Singer Lady Gaga: "I was acutely aware of some photos on the internet—my mum called me and was like, 'Did you gain weight?'—everybody was telling me about it, and I didn't really care. But when I heard it was on the news, where they talk about wars, the economy crashing and the election—I just thought, 'This is f‑‑‑ing ridiculous.' I mean, what kind of example is that to a young girl sitting at home? I thought, well I don't really care if they think I'm fat, because, quite honestly, I did gain about 30 pounds. Adele is bigger than me, how come nobody says anything about it? She's so wonderful and I think her confidence is something I have to match. She has set the bar very high for a lot of woman."
Newswoman and talk show host Katie Couric: "I wrestled with bulimia all through college and for two years after that. And I know this rigidity, this feeling that if you eat one thing that's wrong, you're full of self-loathing and then you punish yourself, whether it's one cookie or a stick of gum that isn't sugarless, that I would sometimes beat myself up for that."
Pussycat Dolls singer Nicole Scherzinger: "I did it every day for, like, years. Every time I had a second to be alone, I was doing something to myself. … I just hated myself. I hated myself. I really was so disgusted with myself and so embarrassed. I felt so alone. I was in a group, and I never felt so alone in my life. … My bulimia was my addiction; hurting myself was my addiction." [stylist.co.uk, usmagazine.com, 11/2/12; theclicker.today.com, 9/24/12; eonline.com, 10/5/12]
"I would never do it again and I never recommend it for anyone. I was definitely way in over my head. … I kind of wanted a few enhancements and then it kind of got out of hand. I wasn't told really the repercussions and what would happen, emotionally and psychically and the pain I would be in. I was kind of in shock."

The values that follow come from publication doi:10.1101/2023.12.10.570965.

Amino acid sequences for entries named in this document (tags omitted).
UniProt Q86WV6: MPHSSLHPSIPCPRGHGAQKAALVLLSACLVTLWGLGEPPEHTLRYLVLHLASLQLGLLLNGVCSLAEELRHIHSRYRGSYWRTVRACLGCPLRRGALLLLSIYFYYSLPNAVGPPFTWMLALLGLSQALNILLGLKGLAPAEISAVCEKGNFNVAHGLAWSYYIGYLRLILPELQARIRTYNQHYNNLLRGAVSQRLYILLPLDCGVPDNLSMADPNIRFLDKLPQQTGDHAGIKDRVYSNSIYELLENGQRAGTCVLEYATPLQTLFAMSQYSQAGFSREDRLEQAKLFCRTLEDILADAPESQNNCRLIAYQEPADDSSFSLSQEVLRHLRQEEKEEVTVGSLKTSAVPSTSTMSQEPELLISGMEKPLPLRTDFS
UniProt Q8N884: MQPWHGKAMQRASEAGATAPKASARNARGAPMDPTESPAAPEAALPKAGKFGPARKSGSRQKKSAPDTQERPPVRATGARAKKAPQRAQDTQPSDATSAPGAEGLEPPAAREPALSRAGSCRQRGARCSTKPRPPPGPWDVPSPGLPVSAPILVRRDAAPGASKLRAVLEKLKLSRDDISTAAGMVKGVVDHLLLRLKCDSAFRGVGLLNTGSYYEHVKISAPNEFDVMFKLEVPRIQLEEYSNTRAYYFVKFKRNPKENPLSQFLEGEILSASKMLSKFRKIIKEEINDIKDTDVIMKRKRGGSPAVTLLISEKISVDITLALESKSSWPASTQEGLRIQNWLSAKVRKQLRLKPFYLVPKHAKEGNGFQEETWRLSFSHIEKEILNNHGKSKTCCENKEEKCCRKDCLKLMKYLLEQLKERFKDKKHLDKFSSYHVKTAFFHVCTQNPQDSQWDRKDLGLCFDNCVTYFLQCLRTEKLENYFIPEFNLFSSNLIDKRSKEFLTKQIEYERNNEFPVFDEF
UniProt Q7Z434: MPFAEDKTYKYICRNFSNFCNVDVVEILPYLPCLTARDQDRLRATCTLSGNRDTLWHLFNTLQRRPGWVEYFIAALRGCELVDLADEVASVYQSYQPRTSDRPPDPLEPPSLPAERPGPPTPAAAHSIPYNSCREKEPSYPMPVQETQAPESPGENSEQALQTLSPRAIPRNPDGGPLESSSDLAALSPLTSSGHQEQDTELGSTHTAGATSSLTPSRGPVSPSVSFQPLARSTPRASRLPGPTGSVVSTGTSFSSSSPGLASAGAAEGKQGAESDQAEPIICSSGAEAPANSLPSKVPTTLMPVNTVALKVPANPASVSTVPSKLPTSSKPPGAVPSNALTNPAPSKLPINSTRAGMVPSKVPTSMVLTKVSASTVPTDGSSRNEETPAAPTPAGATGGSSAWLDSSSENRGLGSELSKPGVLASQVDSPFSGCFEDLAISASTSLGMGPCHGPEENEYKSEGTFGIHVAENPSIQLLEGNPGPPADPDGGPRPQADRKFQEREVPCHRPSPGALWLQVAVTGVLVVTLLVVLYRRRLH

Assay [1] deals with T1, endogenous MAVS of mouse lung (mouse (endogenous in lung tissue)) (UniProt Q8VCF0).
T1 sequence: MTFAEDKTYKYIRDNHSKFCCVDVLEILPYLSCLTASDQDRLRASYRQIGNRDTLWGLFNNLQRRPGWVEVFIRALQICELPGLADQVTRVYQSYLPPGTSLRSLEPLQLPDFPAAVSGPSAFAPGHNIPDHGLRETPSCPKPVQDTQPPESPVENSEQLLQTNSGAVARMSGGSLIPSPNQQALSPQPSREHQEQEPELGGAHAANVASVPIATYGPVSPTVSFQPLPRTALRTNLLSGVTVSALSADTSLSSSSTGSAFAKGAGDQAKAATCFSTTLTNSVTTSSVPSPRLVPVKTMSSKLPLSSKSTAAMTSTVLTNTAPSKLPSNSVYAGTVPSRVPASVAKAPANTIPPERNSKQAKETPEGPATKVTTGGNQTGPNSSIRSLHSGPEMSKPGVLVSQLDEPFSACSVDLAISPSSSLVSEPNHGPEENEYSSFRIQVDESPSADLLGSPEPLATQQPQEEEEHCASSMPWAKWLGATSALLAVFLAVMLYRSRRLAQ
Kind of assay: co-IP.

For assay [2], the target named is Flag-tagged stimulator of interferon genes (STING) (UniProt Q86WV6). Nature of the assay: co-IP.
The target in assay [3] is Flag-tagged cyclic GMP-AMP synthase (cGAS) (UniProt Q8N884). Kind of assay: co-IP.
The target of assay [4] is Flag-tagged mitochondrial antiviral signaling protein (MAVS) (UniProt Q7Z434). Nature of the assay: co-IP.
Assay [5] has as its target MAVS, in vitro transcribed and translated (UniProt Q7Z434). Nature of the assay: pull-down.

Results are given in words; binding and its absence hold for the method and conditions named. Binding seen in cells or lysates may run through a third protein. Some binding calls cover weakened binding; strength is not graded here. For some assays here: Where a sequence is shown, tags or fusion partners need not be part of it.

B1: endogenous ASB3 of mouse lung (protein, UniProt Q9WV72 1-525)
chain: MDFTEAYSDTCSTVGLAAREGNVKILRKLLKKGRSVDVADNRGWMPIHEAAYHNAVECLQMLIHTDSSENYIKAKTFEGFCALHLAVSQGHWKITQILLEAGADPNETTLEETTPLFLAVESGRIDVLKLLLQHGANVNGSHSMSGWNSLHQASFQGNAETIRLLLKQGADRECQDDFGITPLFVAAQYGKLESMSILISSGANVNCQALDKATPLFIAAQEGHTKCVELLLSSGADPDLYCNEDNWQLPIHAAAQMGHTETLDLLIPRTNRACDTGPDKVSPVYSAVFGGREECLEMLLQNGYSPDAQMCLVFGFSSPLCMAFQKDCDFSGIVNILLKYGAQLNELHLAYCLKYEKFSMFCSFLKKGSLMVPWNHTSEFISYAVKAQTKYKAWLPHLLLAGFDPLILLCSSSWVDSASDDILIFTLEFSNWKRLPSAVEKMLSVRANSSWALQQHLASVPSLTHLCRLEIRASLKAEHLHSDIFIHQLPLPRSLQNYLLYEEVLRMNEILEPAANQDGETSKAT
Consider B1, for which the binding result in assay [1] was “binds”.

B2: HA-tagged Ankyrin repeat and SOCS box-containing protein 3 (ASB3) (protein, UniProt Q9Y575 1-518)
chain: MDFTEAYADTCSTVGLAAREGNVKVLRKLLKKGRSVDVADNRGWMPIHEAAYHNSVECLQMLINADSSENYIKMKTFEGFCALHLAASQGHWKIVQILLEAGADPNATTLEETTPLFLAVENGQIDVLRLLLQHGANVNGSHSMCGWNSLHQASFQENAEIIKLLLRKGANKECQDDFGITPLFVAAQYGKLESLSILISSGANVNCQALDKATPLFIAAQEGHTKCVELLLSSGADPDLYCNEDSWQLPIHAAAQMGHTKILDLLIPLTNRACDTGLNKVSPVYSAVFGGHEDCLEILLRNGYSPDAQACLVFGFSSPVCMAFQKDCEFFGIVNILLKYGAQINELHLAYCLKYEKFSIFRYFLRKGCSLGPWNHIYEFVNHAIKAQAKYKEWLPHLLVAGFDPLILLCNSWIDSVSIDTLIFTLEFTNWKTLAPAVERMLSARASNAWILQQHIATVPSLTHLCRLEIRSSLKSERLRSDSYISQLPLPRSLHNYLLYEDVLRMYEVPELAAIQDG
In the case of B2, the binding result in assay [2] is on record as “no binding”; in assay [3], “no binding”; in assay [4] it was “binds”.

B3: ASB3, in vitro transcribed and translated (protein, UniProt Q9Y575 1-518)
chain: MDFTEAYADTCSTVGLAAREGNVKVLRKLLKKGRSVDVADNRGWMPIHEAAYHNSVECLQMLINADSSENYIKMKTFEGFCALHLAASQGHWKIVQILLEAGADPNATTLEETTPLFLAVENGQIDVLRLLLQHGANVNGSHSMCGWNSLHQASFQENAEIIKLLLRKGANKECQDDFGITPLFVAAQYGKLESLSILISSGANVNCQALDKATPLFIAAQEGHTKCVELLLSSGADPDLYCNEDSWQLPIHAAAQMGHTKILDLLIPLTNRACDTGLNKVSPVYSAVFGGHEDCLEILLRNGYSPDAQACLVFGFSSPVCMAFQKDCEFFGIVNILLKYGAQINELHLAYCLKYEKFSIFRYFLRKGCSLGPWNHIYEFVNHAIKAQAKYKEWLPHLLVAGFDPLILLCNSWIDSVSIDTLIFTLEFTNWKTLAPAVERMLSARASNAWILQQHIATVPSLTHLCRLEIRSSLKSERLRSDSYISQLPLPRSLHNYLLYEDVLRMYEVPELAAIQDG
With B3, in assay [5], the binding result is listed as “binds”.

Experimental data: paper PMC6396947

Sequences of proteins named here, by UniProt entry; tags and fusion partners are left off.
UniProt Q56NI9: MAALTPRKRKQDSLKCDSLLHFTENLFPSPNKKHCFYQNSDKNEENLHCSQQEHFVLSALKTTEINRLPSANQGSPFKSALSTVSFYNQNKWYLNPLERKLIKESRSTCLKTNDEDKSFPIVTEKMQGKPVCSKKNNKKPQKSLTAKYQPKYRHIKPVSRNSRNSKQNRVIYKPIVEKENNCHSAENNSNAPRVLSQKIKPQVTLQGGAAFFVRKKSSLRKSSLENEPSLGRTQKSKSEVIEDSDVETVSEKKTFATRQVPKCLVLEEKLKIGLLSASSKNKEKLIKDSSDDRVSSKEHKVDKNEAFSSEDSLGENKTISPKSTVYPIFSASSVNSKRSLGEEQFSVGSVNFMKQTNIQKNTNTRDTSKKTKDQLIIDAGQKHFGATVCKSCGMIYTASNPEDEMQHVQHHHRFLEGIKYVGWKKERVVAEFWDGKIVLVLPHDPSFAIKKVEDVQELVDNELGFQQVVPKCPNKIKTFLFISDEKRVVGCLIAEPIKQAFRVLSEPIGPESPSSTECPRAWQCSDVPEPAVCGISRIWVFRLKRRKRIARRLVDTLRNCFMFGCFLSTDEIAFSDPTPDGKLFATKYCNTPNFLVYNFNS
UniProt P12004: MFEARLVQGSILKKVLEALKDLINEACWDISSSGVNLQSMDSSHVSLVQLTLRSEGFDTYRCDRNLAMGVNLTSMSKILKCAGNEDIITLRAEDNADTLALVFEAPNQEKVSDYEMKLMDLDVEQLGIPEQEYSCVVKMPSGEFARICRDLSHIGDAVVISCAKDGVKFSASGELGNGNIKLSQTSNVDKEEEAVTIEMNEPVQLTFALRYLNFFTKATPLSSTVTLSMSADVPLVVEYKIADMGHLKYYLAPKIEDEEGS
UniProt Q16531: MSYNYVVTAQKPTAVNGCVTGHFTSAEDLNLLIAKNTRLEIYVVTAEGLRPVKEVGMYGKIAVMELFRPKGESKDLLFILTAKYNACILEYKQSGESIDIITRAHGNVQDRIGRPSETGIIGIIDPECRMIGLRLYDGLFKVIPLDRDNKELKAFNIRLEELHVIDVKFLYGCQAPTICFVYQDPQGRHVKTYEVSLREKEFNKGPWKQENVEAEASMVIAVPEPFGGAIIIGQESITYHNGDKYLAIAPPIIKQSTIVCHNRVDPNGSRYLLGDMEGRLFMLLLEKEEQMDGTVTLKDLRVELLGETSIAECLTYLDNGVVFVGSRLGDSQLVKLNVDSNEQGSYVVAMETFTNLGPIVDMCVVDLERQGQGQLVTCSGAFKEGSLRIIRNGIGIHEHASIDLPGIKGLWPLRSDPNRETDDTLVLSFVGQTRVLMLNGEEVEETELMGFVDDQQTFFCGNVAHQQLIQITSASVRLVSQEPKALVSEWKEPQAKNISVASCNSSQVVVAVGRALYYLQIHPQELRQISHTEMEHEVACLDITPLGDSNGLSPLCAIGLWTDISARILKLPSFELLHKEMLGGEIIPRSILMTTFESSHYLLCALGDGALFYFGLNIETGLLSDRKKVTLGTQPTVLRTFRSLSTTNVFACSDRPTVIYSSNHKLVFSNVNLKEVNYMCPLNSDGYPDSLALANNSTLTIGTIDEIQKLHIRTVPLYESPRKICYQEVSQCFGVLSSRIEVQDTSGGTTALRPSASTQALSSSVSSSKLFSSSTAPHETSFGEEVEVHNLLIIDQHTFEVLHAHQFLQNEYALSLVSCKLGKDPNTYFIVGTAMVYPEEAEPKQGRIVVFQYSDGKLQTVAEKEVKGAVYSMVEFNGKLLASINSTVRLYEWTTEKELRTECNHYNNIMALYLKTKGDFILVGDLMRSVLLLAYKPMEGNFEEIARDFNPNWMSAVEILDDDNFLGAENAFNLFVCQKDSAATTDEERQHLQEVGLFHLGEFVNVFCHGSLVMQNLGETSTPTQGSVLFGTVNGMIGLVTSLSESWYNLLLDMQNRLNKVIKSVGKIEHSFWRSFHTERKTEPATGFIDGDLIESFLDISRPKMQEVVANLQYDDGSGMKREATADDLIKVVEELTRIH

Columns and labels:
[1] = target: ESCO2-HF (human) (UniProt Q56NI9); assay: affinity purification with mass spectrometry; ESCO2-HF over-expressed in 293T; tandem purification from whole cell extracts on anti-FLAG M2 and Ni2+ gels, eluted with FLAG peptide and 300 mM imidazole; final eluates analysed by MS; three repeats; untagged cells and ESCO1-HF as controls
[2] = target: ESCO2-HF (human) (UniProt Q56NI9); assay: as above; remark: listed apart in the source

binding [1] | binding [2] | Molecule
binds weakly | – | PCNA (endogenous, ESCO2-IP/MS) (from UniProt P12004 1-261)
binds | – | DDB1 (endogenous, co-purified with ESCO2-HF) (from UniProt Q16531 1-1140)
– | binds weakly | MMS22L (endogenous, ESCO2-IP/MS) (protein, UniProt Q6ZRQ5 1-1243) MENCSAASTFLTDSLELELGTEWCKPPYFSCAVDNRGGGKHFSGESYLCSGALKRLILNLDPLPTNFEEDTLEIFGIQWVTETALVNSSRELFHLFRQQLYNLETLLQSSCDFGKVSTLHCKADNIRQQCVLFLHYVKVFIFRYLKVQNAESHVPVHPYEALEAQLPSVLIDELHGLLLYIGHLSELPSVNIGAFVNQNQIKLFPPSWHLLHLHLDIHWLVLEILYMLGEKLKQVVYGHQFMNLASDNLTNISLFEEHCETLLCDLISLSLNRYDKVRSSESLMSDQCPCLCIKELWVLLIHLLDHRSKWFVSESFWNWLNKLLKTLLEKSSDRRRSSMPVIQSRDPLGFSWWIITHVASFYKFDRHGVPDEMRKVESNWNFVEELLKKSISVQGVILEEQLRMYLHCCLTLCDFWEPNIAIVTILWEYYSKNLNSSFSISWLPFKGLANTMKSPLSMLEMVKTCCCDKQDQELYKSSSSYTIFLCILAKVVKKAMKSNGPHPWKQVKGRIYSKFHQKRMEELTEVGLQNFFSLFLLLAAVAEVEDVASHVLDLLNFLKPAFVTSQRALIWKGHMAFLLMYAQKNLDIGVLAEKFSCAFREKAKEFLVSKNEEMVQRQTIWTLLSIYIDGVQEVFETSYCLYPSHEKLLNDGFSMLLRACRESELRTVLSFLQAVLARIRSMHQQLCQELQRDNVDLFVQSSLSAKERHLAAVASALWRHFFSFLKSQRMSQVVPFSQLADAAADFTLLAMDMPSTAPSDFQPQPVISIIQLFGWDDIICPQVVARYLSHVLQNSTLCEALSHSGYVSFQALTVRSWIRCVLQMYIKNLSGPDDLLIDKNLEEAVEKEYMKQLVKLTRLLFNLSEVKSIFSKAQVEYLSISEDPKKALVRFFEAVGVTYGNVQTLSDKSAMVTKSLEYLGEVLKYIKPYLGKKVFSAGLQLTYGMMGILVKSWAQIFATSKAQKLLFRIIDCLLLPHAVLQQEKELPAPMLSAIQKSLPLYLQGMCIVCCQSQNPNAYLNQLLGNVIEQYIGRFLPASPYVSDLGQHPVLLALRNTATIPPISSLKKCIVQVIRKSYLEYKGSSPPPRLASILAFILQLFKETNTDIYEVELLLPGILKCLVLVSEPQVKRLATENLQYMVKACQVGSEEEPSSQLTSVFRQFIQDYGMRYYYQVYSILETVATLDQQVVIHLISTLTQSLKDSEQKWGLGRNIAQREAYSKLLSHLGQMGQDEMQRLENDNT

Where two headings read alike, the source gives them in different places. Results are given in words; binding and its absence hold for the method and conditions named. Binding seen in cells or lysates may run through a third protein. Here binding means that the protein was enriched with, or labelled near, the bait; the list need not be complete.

—former reality TV star Heidi Montag, who recently talked with Access Hollywood Live about the 10 plastic surgery procedures she had simultaneously in 2010. She adds, "I just focus now on being healthy, alive and strong. If you're not beautiful inside it really doesn't matter what you look like outside, and I think I kind of lost track of that. … I should have just been reflecting on my heart." [today.com, 10/18/12]
"Many girls [today] are already very unhappy, I have seen how it is perpetuated by the media, so by sharing my workshops with girls, I can help them defend themselves against the media's mission to derail them by brainwashing them into believing their purpose is to be skinny, sexy and shopaholics. I know in my heart that the majority of girls' dreams are not really to be professionally pretty (aka model). That idea was planted in their minds. I want to help girls remember their true dreams."
—model-turned-director Nicole Clark, who recently helmed the documentary Cover Girl Culture, which aims to equip adolescents with discernment tools to identify media's damaging messages to tweens and teens [foxnews.com, 10/19/12]
"Even if the cultures are different, a human being usually sees the same thing and feels a similar type of enjoyment. When you see Niagara Falls, you're going to feel the same thing. It's grand, and it's amazing. So, I think, what's already been proven and tested in Korea, will work here."
—singer PSY, whose massive culture-crossing hit "Gangnam Style" is currently at No. 2 on the Billboard Hot 100 and has racked up a mind-boggling 711 million views since its YouTube debut on July 15. Based on our periodic observation (which closely aligns with a statistic published by Forbes in September), the video continues to tack on upwards of 15 million views per day. [Billboard, 11/3/12; youtube.com, 11/12/12 stats]